scan artist = scanner + scam artist
According to Barbara Sher in her book Refuse to Choose:
Scanners love to read and write, to fix and invent things, to design
projects and businesses, to cook and sing, and to create the perfect
dinner party. (You’ll notice I didn’t use the word “or,” because Scanners
don’t love to do one thing or the other; they love them all.) A Scanner
might be fascinated with learning how to play bridge or bocce, but once
she gets good at it, she might never play it again. … To Scanners the
world is like a big candy store full of fascinating opportunities,
and all they want is to reach out and stuff their pockets.
scam artist: person who gains the confidence
of someone in order to defraud them
When I create, I often feel like a fraud. I’m not really an
artist. I’m not really a creator.
I just program computers and bake bread and knit and study ants and read
tarot and I Ching and solve Sudoku and love science fiction and cook and
teach the dog tricks and think of ways to do laundry better and
remember which way each key turns in the lock and play games and program
games and speak Esperanto and build in Second Life and grow
vegetables and look at the stars in my telescope and am probably in the
90th percentile of 3x5 card and imported Japanese pen collectors.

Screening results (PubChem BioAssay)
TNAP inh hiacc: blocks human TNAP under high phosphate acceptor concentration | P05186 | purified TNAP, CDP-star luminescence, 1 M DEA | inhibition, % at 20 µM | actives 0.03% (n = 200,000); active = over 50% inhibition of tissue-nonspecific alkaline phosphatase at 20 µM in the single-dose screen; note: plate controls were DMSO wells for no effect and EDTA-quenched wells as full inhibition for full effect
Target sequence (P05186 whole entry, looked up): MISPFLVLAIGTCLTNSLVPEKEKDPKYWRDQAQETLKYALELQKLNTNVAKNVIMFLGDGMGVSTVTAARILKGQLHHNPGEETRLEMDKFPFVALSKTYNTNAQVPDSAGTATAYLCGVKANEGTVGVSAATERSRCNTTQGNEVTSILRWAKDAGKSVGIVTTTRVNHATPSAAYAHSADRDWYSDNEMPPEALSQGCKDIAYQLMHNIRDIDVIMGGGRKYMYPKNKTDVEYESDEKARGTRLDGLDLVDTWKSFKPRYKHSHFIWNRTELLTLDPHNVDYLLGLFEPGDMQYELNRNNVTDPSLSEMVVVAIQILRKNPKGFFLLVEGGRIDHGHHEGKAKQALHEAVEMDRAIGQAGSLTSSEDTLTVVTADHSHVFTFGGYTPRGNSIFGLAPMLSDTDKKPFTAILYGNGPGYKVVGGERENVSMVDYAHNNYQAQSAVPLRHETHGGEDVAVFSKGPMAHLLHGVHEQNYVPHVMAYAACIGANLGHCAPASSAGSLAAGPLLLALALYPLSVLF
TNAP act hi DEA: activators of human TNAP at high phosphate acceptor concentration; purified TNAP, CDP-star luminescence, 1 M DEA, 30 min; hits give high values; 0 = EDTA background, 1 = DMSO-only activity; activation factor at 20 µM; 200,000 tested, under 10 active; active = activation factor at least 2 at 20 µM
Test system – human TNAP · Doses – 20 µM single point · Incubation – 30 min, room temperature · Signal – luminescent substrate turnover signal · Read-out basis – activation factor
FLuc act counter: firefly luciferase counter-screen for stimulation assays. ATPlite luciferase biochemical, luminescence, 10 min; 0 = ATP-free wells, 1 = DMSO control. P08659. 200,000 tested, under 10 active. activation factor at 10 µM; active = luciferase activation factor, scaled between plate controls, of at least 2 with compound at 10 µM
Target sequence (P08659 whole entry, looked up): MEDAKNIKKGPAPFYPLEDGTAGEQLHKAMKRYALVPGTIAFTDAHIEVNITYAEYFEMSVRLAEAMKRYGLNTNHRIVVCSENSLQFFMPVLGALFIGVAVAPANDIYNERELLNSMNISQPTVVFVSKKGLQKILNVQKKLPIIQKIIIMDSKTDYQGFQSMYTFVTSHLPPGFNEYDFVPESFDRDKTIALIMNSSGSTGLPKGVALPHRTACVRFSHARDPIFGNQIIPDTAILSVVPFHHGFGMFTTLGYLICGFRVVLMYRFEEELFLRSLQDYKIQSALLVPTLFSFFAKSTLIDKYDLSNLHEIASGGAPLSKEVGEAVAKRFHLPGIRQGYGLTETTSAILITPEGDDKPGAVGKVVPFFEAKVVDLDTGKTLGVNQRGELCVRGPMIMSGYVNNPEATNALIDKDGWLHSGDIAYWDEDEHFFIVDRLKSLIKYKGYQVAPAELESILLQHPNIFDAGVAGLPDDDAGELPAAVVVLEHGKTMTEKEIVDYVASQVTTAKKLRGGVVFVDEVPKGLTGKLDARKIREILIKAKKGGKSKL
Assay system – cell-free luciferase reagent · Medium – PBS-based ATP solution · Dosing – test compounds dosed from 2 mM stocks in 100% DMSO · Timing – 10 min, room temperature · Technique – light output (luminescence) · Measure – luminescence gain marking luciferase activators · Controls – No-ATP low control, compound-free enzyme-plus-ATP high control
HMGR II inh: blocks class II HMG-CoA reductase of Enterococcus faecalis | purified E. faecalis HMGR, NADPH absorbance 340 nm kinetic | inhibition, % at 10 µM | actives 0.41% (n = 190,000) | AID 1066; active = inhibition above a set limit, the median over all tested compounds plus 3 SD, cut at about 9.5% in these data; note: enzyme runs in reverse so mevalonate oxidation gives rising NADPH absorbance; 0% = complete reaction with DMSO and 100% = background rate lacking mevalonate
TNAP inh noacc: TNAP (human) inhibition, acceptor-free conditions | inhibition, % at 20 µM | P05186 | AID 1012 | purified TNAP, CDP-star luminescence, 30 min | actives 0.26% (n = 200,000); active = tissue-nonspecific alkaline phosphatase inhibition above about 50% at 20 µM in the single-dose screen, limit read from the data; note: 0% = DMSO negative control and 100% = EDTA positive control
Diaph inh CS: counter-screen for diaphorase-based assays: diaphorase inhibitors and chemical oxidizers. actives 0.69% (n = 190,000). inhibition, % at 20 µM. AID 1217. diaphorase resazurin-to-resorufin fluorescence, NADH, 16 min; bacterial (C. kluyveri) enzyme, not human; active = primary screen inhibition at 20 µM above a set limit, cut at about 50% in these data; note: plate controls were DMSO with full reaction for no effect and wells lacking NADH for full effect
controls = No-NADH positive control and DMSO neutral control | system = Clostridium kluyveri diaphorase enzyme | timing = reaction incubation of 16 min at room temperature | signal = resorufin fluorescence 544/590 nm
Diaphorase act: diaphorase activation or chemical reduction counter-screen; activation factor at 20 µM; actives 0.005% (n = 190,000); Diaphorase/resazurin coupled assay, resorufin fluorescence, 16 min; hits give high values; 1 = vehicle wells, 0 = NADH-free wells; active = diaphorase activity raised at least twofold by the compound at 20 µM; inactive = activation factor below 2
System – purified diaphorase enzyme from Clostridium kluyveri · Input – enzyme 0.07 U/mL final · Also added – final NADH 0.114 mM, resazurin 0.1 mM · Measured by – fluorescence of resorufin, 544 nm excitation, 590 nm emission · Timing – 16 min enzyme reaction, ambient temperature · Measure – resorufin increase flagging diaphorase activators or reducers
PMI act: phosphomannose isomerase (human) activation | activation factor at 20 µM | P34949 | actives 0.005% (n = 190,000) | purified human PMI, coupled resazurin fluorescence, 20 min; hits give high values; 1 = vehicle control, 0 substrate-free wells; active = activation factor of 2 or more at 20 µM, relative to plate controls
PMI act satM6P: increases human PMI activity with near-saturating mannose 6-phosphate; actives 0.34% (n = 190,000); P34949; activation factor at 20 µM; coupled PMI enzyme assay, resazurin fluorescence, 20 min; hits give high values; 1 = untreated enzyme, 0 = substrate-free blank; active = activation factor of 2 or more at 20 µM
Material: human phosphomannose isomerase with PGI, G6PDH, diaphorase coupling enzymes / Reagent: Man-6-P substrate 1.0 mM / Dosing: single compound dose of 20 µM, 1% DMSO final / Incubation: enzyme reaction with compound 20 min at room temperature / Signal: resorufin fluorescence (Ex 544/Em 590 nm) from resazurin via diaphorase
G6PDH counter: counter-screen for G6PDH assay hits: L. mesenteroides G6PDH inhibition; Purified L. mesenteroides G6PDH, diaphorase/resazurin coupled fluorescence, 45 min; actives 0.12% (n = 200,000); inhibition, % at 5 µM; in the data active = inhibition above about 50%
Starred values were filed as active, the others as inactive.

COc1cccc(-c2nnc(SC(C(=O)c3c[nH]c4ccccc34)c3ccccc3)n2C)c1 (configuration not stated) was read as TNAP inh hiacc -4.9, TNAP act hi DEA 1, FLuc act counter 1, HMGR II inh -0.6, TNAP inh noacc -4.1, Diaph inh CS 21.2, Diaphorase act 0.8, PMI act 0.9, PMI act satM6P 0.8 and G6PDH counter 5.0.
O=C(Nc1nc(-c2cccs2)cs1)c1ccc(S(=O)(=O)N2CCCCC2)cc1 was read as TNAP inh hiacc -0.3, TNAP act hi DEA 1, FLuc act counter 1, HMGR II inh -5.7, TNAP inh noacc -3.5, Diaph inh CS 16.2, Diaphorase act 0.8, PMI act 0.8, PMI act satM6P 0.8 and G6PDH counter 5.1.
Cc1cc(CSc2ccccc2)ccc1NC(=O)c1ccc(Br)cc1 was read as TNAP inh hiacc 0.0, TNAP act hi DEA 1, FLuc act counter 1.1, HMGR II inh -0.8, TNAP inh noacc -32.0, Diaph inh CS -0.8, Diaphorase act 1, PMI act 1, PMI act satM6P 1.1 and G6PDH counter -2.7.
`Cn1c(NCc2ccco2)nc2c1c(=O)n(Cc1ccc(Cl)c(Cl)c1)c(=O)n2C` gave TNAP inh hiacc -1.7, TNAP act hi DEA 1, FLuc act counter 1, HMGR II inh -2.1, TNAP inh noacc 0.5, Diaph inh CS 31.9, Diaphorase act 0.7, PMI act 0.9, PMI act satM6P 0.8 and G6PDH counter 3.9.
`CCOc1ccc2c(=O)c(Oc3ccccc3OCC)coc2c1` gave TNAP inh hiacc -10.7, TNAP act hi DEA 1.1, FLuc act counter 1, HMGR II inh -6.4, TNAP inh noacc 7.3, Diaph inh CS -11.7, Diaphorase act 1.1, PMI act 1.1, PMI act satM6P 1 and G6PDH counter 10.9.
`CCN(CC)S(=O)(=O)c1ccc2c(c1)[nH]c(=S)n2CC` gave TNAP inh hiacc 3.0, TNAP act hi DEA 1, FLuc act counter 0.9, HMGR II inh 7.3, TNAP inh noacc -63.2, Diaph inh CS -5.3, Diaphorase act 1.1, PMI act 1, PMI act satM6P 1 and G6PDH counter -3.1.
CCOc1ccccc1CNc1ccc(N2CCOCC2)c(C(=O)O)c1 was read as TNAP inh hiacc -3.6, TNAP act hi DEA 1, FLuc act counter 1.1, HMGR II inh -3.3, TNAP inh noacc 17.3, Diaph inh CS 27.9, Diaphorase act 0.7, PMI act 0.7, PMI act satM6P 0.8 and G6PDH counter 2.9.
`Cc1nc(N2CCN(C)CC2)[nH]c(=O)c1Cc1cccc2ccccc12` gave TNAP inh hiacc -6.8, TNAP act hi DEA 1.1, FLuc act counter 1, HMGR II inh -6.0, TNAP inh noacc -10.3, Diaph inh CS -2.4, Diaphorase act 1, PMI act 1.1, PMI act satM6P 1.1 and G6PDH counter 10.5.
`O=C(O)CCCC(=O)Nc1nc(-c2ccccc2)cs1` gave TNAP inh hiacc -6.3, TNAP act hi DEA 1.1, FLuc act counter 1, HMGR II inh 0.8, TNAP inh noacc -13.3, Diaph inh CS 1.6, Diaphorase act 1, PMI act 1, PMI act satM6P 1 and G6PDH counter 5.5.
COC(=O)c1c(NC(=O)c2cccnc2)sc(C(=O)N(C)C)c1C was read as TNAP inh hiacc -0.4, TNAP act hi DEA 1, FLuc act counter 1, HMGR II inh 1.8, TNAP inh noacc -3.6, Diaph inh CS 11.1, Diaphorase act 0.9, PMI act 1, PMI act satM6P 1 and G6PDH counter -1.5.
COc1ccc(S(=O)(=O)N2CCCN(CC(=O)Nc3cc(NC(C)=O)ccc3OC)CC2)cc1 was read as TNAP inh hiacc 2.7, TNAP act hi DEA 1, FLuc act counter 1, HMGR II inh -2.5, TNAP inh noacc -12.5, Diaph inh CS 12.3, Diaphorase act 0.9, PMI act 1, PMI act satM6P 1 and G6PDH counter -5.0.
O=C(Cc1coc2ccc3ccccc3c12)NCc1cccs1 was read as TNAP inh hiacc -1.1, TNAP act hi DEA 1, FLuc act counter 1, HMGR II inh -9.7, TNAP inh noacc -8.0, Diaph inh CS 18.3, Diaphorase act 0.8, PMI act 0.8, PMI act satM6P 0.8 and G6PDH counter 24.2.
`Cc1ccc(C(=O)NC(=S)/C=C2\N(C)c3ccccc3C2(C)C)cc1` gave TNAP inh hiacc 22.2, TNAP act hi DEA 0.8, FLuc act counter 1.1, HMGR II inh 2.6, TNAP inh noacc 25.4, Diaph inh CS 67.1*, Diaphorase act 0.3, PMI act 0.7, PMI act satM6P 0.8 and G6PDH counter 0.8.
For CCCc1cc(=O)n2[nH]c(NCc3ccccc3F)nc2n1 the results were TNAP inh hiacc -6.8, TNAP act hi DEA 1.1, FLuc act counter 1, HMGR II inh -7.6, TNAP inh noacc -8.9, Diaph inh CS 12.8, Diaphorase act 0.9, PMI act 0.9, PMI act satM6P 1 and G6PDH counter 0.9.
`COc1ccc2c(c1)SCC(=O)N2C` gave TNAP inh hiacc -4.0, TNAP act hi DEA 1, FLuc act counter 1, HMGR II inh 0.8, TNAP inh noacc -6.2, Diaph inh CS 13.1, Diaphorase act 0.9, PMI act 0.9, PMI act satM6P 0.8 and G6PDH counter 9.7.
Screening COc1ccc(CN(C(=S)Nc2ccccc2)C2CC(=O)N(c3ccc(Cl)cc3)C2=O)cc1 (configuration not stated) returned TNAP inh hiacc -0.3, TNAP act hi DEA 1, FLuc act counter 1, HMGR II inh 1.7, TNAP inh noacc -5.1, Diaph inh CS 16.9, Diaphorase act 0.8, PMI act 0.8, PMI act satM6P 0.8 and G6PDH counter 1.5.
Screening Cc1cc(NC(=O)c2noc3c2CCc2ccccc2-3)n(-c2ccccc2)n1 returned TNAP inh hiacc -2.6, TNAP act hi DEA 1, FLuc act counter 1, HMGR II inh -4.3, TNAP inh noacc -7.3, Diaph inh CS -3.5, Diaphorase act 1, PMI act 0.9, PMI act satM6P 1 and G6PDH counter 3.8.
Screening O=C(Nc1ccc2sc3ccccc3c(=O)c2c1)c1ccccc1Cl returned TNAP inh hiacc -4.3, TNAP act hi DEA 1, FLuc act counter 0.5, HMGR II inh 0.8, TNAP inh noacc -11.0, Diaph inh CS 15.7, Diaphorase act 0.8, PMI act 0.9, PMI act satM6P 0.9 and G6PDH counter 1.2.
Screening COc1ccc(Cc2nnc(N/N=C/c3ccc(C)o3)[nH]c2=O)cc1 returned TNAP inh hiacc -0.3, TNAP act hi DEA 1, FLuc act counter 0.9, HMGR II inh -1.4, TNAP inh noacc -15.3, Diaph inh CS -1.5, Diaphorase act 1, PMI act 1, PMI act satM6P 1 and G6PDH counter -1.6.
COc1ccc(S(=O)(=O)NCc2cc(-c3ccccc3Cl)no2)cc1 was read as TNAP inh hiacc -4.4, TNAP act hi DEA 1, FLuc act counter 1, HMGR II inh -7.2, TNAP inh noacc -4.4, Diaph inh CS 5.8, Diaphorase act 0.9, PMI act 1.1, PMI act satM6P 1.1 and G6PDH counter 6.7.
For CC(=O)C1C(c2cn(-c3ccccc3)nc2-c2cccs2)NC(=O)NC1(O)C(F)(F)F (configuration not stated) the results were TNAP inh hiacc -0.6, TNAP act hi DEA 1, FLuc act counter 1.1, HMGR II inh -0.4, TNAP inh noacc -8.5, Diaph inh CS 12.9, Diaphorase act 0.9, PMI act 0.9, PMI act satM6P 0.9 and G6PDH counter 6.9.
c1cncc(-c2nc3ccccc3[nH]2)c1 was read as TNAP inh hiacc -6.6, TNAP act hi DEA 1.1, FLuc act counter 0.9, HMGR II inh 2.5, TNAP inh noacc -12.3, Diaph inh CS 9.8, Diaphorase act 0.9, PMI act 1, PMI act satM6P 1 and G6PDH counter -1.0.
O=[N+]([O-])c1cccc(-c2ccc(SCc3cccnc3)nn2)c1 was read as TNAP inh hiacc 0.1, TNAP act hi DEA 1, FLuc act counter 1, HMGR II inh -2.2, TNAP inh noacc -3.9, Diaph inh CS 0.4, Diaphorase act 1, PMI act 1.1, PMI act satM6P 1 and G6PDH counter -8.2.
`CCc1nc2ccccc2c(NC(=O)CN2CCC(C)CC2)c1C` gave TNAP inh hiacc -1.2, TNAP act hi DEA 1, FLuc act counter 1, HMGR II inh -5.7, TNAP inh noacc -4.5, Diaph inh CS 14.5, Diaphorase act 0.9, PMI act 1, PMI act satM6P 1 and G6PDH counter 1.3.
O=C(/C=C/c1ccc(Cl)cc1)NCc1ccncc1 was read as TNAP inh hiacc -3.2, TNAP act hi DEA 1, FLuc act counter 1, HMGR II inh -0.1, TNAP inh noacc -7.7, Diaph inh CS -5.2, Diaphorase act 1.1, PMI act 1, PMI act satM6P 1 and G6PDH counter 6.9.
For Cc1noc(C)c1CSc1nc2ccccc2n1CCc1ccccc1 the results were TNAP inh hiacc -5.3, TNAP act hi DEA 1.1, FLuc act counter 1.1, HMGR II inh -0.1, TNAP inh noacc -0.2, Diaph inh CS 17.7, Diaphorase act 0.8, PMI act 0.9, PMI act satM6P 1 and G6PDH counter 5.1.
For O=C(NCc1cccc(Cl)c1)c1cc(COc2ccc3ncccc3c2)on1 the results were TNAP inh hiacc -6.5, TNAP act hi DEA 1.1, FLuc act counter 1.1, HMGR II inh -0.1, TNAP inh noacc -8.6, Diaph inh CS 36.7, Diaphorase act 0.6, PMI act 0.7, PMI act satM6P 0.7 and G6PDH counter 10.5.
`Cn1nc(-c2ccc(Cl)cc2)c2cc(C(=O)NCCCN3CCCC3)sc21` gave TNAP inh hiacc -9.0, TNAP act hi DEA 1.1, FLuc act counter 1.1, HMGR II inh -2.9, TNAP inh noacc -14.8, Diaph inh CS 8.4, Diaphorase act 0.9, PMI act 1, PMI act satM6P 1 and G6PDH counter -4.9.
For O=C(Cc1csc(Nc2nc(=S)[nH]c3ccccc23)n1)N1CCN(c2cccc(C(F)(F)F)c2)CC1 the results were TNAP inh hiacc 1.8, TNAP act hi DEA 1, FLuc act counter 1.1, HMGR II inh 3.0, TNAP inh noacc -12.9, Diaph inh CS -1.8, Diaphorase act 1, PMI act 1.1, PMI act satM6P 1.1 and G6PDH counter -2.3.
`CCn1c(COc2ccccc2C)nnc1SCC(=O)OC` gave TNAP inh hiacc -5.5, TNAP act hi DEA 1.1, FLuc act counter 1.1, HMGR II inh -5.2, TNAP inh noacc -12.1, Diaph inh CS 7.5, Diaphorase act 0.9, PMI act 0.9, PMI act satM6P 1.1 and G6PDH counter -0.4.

Huh. The list is incomplete and it already sounds pretty creative.
I’m definitely a Scanner. And an artist. What I lack is a way
to hold myself accountable for production.
For inspiration, it doesn’t get much better than
Jonathan Coulton. He quit his tech job to become a songwriter
and performer. He’s done really well. JoCo describes the beginning of
his Thing A Week:
To keep the juices flowing, I am going to post one piece of work per
week until further notice. This may be a complete song, or it may be
some kind of experimental thing, a mashup, a remix, some audio of me
eating cheese, who knows. Not every one will be good, or even tolerable.
Many of these things will not makeany sense to anyone but me, and some
of them will certainly suck. But there will be one a week, so that’s got
to be worth something.
I’m going to adopt the Thing A Week practice. It worked really well
for Mr. Coulton. Some of the songs he produced were genius
(Re Your Brains). Some seemed kind of lame, but later
turned into sensations (I’m looking at you, Mr. Fancy Pants).
But he produced something every week, for 52 weeks.
That’s the plan. Each week I am going to publish something. It might
be a Ruby program, or a loaf of bread, or a photo of fresh-picked
green beans. It might even be art.
This week’s Thing is the scan artist blog. All done now. Come back next week.